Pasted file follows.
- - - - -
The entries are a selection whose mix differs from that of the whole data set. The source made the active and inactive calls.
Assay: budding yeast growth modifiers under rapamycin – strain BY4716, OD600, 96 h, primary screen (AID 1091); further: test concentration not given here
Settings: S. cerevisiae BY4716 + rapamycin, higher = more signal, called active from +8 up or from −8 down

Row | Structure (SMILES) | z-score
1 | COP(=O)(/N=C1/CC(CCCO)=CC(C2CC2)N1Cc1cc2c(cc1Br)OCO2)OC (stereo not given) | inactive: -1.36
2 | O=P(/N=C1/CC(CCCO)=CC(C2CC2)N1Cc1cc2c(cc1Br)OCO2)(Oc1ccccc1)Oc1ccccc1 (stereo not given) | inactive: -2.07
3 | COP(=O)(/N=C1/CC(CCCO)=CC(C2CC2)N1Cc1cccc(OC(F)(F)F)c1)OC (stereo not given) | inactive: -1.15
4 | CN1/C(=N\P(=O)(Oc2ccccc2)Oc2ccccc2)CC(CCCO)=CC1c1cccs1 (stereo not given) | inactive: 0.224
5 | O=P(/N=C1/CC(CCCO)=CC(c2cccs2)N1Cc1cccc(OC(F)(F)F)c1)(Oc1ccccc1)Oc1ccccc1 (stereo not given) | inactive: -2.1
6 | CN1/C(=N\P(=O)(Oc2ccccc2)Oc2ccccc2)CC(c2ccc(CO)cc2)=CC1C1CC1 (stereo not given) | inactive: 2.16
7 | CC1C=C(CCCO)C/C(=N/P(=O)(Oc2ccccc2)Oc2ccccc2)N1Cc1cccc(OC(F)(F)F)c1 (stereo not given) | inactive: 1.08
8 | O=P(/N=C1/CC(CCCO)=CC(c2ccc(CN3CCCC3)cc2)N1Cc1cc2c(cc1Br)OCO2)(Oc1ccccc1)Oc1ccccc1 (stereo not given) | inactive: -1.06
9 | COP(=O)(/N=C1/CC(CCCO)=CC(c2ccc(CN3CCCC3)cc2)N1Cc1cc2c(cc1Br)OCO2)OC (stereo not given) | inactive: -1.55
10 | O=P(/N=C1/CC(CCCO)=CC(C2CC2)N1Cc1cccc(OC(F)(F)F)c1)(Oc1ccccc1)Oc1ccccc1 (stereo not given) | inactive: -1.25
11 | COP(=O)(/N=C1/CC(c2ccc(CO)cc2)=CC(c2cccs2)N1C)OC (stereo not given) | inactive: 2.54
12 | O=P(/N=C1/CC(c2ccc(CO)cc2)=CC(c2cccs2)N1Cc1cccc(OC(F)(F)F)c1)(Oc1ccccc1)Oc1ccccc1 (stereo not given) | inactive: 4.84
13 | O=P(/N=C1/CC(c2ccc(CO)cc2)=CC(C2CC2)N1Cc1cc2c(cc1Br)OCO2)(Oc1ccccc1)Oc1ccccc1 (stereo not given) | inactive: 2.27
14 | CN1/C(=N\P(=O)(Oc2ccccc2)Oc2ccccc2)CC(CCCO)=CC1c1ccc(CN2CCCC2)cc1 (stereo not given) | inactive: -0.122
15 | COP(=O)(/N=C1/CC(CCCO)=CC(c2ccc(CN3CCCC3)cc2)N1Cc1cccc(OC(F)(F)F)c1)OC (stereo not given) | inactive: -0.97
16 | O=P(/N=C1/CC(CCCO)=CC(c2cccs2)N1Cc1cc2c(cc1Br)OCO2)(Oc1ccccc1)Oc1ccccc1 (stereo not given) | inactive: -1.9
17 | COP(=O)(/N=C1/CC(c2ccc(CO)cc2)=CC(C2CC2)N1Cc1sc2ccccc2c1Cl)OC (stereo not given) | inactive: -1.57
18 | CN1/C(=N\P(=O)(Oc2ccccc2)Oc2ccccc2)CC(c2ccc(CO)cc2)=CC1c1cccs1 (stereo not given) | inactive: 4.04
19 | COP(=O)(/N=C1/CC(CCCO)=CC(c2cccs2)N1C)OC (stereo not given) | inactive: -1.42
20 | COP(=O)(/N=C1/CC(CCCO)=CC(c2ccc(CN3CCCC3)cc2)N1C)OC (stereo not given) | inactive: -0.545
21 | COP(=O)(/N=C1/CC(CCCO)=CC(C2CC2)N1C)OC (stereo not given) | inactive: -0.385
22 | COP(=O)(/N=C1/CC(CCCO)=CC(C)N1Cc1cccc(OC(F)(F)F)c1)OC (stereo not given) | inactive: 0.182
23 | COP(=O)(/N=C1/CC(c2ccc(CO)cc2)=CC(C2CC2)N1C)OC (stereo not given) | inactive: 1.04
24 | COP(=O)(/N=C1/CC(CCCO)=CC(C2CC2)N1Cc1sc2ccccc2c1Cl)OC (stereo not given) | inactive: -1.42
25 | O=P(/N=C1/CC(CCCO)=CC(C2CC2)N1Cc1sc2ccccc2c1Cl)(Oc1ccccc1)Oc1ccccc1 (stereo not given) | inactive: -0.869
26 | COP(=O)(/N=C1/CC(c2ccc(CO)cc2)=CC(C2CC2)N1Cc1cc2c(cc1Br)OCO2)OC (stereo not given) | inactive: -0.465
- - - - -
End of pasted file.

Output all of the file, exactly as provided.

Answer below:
The entries are a selection whose mix differs from that of the whole data set. The source made the active and inactive calls.
Assay: budding yeast growth modifiers under rapamycin – strain BY4716, OD600, 96 h, primary screen (AID 1091); further: test concentration not given here
Settings: S. cerevisiae BY4716 + rapamycin, higher = more signal, called active from +8 up or from −8 down

Row | Structure (SMILES) | z-score
1 | COP(=O)(/N=C1/CC(CCCO)=CC(C2CC2)N1Cc1cc2c(cc1Br)OCO2)OC (stereo not given) | inactive: -1.36
2 | O=P(/N=C1/CC(CCCO)=CC(C2CC2)N1Cc1cc2c(cc1Br)OCO2)(Oc1ccccc1)Oc1ccccc1 (stereo not given) | inactive: -2.07
3 | COP(=O)(/N=C1/CC(CCCO)=CC(C2CC2)N1Cc1cccc(OC(F)(F)F)c1)OC (stereo not given) | inactive: -1.15
4 | CN1/C(=N\P(=O)(Oc2ccccc2)Oc2ccccc2)CC(CCCO)=CC1c1cccs1 (stereo not given) | inactive: 0.224
5 | O=P(/N=C1/CC(CCCO)=CC(c2cccs2)N1Cc1cccc(OC(F)(F)F)c1)(Oc1ccccc1)Oc1ccccc1 (stereo not given) | inactive: -2.1
6 | CN1/C(=N\P(=O)(Oc2ccccc2)Oc2ccccc2)CC(c2ccc(CO)cc2)=CC1C1CC1 (stereo not given) | inactive: 2.16
7 | CC1C=C(CCCO)C/C(=N/P(=O)(Oc2ccccc2)Oc2ccccc2)N1Cc1cccc(OC(F)(F)F)c1 (stereo not given) | inactive: 1.08
8 | O=P(/N=C1/CC(CCCO)=CC(c2ccc(CN3CCCC3)cc2)N1Cc1cc2c(cc1Br)OCO2)(Oc1ccccc1)Oc1ccccc1 (stereo not given) | inactive: -1.06
9 | COP(=O)(/N=C1/CC(CCCO)=CC(c2ccc(CN3CCCC3)cc2)N1Cc1cc2c(cc1Br)OCO2)OC (stereo not given) | inactive: -1.55
10 | O=P(/N=C1/CC(CCCO)=CC(C2CC2)N1Cc1cccc(OC(F)(F)F)c1)(Oc1ccccc1)Oc1ccccc1 (stereo not given) | inactive: -1.25
11 | COP(=O)(/N=C1/CC(c2ccc(CO)cc2)=CC(c2cccs2)N1C)OC (stereo not given) | inactive: 2.54
12 | O=P(/N=C1/CC(c2ccc(CO)cc2)=CC(c2cccs2)N1Cc1cccc(OC(F)(F)F)c1)(Oc1ccccc1)Oc1ccccc1 (stereo not given) | inactive: 4.84
13 | O=P(/N=C1/CC(c2ccc(CO)cc2)=CC(C2CC2)N1Cc1cc2c(cc1Br)OCO2)(Oc1ccccc1)Oc1ccccc1 (stereo not given) | inactive: 2.27
14 | CN1/C(=N\P(=O)(Oc2ccccc2)Oc2ccccc2)CC(CCCO)=CC1c1ccc(CN2CCCC2)cc1 (stereo not given) | inactive: -0.122
15 | COP(=O)(/N=C1/CC(CCCO)=CC(c2ccc(CN3CCCC3)cc2)N1Cc1cccc(OC(F)(F)F)c1)OC (stereo not given) | inactive: -0.97
16 | O=P(/N=C1/CC(CCCO)=CC(c2cccs2)N1Cc1cc2c(cc1Br)OCO2)(Oc1ccccc1)Oc1ccccc1 (stereo not given) | inactive: -1.9
17 | COP(=O)(/N=C1/CC(c2ccc(CO)cc2)=CC(C2CC2)N1Cc1sc2ccccc2c1Cl)OC (stereo not given) | inactive: -1.57
18 | CN1/C(=N\P(=O)(Oc2ccccc2)Oc2ccccc2)CC(c2ccc(CO)cc2)=CC1c1cccs1 (stereo not given) | inactive: 4.04
19 | COP(=O)(/N=C1/CC(CCCO)=CC(c2cccs2)N1C)OC (stereo not given) | inactive: -1.42
20 | COP(=O)(/N=C1/CC(CCCO)=CC(c2ccc(CN3CCCC3)cc2)N1C)OC (stereo not given) | inactive: -0.545
21 | COP(=O)(/N=C1/CC(CCCO)=CC(C2CC2)N1C)OC (stereo not given) | inactive: -0.385
22 | COP(=O)(/N=C1/CC(CCCO)=CC(C)N1Cc1cccc(OC(F)(F)F)c1)OC (stereo not given) | inactive: 0.182
23 | COP(=O)(/N=C1/CC(c2ccc(CO)cc2)=CC(C2CC2)N1C)OC (stereo not given) | inactive: 1.04
24 | COP(=O)(/N=C1/CC(CCCO)=CC(C2CC2)N1Cc1sc2ccccc2c1Cl)OC (stereo not given) | inactive: -1.42
25 | O=P(/N=C1/CC(CCCO)=CC(C2CC2)N1Cc1sc2ccccc2c1Cl)(Oc1ccccc1)Oc1ccccc1 (stereo not given) | inactive: -0.869
26 | COP(=O)(/N=C1/CC(c2ccc(CO)cc2)=CC(C2CC2)N1Cc1cc2c(cc1Br)OCO2)OC (stereo not given) | inactive: -0.465